Connor Donevan

OK America, we see your sourdough starters, and your Duolingo sessions and your new cross-stitch hobby, and we raise you a Doorway to Imagination.

That's the backyard branch and wood art piece that David North built with all his social distancing-created free time.

His niece Kimberly Adams, a correspondent for the public radio show Marketplace, tweeted about it.

Since the pandemic started, 38.6 million Americans have filed for unemployment claims, according to new numbers announced Thursday.

That's more than one in five American workers using an unemployment insurance system first established decades ago to serve a very different population.

With a societal shift away from buying albums, touring has been one of the main ways for musicians to support themselves. But now, as the coronavirus precautions shut down public spaces, clubs and concert halls are empty, the tour buses are parked and artists are trying to figure out how they'll get by in an era of social distancing.

There's an old writing exercise that involves describing a color without naming it; it challenges the writer to evoke the emotional primacy of a concept we often take for granted.

Copyright 2019 NPR. To see more, visit https://www.npr.org.

MARY LOUISE KELLY, HOST:

A lot of the songs by the Scottish band Frightened Rabbit are dark, like wince-when-you-listen-to-the-lyrics dark.

(SOUNDBITE OF SONG, "THE TWIST")

Candi Staton released her 30th studio album, Unstoppable, in August 2018. True to the album's name, the four-time Grammy nominee and Christian Music Hall of Famer has shown that her life will slow down at nothing.

Earl Sweatshirt has a lot to process. The Los Angeles rapper has just returned from a three-year break to release his third studio album, Some Rap Songs, last month and he's been taking it all in. All across downtown LA, promo posters of the album read: 'Thebe Kgositsile, professionally known as Earl Sweatshirt, presents the studio album Some Rap Songs.'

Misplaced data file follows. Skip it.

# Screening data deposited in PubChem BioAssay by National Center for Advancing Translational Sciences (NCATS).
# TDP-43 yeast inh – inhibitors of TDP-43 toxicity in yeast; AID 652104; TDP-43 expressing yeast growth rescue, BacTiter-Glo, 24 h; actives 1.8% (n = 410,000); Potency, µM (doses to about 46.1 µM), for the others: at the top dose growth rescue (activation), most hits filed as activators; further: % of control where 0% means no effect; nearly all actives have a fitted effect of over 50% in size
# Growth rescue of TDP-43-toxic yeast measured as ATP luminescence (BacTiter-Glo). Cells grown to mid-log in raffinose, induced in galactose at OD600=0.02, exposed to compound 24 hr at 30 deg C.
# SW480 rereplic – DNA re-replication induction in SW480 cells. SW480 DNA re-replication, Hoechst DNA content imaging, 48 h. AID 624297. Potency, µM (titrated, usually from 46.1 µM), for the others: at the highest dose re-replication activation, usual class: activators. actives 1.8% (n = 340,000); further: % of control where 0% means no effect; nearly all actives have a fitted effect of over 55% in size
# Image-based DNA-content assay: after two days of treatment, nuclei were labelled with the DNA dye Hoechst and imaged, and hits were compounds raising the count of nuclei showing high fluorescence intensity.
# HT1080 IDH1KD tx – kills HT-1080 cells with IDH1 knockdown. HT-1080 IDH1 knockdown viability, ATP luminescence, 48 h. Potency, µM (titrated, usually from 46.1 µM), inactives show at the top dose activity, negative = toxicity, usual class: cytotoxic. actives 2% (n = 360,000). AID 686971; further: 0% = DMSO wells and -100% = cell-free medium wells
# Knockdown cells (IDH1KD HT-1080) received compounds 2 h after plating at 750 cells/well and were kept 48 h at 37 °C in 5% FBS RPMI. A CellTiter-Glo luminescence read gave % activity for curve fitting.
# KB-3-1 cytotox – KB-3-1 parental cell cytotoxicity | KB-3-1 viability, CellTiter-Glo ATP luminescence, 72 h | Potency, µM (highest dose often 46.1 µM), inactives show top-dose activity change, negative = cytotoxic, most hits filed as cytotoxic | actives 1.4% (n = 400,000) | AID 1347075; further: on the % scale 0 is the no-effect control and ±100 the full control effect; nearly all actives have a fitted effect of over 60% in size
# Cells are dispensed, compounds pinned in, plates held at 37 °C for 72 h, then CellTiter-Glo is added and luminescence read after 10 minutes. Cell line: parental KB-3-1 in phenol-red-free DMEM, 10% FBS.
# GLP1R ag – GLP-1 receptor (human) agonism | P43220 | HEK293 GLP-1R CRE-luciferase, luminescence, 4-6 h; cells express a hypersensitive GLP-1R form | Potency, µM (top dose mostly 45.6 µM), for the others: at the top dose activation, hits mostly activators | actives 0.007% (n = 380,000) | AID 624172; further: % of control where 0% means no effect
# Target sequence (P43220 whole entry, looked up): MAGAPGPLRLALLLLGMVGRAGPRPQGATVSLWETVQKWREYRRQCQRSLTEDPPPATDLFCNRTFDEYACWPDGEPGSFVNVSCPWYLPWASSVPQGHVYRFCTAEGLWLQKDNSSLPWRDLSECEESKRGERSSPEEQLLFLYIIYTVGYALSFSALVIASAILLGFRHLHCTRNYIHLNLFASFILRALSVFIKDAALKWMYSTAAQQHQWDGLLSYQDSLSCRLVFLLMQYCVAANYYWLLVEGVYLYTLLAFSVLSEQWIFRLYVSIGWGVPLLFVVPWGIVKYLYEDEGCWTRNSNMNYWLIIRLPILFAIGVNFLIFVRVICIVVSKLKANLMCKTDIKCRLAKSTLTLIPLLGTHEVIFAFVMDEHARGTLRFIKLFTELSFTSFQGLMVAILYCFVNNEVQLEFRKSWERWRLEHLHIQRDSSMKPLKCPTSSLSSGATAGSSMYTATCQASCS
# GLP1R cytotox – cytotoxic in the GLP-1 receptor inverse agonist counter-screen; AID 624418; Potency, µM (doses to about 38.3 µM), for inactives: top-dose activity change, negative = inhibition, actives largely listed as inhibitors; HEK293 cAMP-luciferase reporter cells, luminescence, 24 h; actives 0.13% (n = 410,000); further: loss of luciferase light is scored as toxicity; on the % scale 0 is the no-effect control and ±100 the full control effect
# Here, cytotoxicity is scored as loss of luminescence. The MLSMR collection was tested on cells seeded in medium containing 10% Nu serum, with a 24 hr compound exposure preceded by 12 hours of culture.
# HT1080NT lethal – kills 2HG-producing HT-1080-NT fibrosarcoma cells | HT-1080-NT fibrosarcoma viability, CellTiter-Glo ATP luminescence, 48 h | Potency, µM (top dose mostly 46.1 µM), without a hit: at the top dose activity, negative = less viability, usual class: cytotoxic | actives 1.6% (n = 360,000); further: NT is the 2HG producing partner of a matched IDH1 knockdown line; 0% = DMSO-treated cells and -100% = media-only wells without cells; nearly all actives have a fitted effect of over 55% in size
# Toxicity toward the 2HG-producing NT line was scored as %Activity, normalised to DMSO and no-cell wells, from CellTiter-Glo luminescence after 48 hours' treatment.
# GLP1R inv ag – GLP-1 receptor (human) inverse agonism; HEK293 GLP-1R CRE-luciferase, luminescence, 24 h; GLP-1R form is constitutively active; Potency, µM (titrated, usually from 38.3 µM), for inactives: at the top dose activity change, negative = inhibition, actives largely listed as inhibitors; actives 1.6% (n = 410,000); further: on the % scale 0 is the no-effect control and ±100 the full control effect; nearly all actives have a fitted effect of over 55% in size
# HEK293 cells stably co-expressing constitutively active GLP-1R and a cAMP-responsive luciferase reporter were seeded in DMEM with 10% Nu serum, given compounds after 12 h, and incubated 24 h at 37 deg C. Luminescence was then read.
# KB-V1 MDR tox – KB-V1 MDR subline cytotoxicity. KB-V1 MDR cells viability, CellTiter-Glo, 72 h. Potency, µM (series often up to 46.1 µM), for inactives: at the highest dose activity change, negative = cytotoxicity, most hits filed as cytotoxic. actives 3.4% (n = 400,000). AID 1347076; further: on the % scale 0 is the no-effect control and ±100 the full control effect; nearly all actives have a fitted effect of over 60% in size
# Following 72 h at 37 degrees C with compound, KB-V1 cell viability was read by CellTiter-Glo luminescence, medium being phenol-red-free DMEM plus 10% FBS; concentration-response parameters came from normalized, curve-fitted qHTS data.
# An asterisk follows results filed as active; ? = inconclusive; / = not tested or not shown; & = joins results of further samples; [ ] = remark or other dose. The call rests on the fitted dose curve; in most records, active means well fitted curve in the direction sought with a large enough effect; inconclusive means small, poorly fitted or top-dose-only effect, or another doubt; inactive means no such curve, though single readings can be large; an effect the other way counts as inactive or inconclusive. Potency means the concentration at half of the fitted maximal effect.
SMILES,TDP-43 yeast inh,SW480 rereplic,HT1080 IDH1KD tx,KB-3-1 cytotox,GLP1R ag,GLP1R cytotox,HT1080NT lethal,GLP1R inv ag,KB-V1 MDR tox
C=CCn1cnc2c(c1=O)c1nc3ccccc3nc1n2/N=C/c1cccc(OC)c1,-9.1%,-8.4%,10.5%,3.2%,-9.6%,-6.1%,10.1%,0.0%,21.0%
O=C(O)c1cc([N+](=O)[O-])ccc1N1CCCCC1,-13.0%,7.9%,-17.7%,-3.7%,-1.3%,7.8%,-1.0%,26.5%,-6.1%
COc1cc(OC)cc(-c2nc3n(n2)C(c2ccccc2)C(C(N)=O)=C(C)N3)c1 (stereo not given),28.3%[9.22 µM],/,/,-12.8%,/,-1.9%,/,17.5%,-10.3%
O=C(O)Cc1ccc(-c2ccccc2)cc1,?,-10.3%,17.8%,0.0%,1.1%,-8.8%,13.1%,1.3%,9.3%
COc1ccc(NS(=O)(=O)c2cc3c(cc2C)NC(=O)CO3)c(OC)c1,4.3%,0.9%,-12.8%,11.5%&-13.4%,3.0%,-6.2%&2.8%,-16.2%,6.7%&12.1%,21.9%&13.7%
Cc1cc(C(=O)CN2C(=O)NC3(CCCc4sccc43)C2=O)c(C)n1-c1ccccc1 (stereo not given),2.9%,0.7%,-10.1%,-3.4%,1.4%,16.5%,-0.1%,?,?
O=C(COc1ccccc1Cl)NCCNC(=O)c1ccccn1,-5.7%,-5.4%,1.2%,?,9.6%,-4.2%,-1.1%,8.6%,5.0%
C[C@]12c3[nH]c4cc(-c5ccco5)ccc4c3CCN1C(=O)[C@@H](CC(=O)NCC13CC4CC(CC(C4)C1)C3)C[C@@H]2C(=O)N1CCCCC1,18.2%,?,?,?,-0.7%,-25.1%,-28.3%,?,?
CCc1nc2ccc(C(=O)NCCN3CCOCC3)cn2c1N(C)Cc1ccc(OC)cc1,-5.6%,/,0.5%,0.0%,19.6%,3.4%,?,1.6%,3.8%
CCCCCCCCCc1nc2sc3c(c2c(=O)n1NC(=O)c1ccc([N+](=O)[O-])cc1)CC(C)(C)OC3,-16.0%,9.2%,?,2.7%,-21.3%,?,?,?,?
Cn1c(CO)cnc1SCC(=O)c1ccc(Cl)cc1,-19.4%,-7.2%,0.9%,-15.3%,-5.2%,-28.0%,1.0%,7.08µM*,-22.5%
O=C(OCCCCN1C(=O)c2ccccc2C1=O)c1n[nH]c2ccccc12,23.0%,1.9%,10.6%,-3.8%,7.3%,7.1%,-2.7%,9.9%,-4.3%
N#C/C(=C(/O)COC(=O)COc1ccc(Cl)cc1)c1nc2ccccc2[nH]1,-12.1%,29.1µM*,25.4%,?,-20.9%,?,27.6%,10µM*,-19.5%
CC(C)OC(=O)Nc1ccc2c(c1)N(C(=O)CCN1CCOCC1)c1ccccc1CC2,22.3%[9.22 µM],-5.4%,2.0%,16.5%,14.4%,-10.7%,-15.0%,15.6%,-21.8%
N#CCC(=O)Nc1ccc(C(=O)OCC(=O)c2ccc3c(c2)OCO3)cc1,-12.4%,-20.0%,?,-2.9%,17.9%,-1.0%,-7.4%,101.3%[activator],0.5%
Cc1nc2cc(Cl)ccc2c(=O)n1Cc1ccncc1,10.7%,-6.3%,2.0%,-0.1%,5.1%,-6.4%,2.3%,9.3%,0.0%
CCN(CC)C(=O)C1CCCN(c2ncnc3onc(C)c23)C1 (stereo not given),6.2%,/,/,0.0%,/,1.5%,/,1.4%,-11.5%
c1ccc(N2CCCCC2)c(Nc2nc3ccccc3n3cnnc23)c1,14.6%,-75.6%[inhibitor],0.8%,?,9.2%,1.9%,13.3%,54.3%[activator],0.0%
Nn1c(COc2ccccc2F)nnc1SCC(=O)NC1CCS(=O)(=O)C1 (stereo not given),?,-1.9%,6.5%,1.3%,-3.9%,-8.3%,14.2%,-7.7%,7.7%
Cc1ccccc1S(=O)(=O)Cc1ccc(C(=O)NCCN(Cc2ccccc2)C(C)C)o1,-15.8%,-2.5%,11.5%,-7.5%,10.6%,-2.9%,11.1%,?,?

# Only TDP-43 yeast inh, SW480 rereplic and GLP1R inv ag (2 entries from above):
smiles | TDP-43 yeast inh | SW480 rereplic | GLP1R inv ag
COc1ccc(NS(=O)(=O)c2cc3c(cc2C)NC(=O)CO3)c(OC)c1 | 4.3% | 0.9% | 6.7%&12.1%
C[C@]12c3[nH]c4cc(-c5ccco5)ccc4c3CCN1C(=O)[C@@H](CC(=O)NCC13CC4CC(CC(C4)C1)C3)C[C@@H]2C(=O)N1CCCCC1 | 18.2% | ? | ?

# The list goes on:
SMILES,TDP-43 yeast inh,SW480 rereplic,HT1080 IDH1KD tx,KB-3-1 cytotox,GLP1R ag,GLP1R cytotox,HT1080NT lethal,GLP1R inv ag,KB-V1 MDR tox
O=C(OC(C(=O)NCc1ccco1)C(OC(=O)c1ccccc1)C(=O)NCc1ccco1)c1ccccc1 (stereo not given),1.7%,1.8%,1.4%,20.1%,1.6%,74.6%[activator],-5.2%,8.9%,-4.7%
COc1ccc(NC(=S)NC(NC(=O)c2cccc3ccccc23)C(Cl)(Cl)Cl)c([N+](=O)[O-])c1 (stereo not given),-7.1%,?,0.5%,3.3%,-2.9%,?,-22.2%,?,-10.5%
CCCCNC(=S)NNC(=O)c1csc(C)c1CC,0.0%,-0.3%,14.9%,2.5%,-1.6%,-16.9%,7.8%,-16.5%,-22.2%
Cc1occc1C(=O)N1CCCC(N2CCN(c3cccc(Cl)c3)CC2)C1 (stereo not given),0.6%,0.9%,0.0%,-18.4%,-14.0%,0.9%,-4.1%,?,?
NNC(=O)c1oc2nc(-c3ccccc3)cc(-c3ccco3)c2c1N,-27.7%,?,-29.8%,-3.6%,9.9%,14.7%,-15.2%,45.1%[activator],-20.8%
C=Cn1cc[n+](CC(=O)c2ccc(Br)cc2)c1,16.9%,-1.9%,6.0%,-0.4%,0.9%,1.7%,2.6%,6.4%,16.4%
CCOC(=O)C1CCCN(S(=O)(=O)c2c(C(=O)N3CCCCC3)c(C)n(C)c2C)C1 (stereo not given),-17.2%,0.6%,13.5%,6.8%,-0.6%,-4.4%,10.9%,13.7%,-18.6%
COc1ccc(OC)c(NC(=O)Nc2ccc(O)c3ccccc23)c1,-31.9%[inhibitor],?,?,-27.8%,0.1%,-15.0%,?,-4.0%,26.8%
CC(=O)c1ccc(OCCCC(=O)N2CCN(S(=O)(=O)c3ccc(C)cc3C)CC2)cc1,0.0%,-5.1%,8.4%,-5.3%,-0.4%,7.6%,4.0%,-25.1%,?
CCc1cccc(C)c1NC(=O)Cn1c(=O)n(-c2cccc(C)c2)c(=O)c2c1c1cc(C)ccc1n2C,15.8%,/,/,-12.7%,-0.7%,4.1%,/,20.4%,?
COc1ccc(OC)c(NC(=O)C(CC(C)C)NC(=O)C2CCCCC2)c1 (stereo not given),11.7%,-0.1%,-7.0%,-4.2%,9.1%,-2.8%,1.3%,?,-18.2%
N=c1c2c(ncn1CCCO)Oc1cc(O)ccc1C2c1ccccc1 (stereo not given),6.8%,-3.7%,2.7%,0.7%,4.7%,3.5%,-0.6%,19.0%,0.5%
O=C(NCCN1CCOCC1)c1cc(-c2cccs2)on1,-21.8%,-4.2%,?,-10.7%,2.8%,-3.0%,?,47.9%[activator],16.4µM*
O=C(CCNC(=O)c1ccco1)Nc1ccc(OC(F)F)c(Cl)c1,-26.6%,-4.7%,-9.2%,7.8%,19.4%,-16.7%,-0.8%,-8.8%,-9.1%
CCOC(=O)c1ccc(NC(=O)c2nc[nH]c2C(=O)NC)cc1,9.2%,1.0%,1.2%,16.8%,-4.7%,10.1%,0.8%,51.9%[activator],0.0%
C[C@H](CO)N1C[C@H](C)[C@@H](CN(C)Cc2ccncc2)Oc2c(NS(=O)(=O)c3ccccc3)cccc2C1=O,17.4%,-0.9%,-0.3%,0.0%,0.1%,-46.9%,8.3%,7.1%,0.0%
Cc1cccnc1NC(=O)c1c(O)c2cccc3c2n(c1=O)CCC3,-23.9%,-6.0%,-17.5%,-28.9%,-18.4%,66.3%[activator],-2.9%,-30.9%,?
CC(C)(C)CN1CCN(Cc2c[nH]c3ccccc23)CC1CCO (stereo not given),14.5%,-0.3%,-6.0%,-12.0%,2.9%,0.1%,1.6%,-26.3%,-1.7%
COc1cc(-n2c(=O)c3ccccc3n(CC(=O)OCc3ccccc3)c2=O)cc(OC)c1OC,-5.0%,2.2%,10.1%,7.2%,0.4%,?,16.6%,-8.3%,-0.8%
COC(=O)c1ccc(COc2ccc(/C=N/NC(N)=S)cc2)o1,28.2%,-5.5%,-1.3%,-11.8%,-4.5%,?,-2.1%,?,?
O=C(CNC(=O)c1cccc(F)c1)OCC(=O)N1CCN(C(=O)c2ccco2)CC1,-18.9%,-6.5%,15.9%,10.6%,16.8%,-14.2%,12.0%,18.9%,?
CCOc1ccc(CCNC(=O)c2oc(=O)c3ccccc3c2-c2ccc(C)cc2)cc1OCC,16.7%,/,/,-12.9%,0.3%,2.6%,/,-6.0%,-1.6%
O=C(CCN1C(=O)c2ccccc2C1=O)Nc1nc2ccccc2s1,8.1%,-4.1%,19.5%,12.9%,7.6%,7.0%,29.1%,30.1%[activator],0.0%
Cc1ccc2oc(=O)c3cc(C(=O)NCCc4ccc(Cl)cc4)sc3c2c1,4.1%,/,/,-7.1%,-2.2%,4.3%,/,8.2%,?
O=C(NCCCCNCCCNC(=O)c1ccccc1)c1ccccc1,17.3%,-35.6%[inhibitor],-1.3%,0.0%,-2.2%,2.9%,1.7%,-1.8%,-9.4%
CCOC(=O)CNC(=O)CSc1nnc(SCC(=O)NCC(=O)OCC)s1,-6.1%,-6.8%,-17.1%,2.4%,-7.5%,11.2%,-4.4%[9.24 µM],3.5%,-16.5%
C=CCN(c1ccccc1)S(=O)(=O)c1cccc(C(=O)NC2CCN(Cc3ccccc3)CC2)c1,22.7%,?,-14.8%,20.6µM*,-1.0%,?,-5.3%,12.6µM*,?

On a recent Friday afternoon, 30-year-old Sidumiso Nyoni took the train from her home in rural Nyamandhlovu, Zimbabwe, to the industrial city of Bulawayo to visit family. It's a distance of only 25 miles, but she says the roads are in such bad shape that the train is the only option. The ride isn't long, but the schedule is completely unpredictable.

"The train doesn't have a specific time at which it comes," she says. Sometimes she says she'll arrive at the station for a 7 a.m. train and "it ends up spoiling the rest of your day, because the train comes in the afternoon."

On April 21, 2008, Florence Machinga lost everything. A mob of hundreds of people showed up at her house, demanded to see her — and, when she didn't materialize, burned it down.

"They destroyed everything," she says. "Cattle were slaughtered, the chickens were slaughtered."

For decades, people living in Zimbabwe have been taught that speaking their minds comes at a cost. Under former president Robert Mugabe, an authoritarian ruler who held power for more than 37 years, openly challenging the government meant risking arrest, beating or worse. There's still a law on the books that makes insulting the president a crime.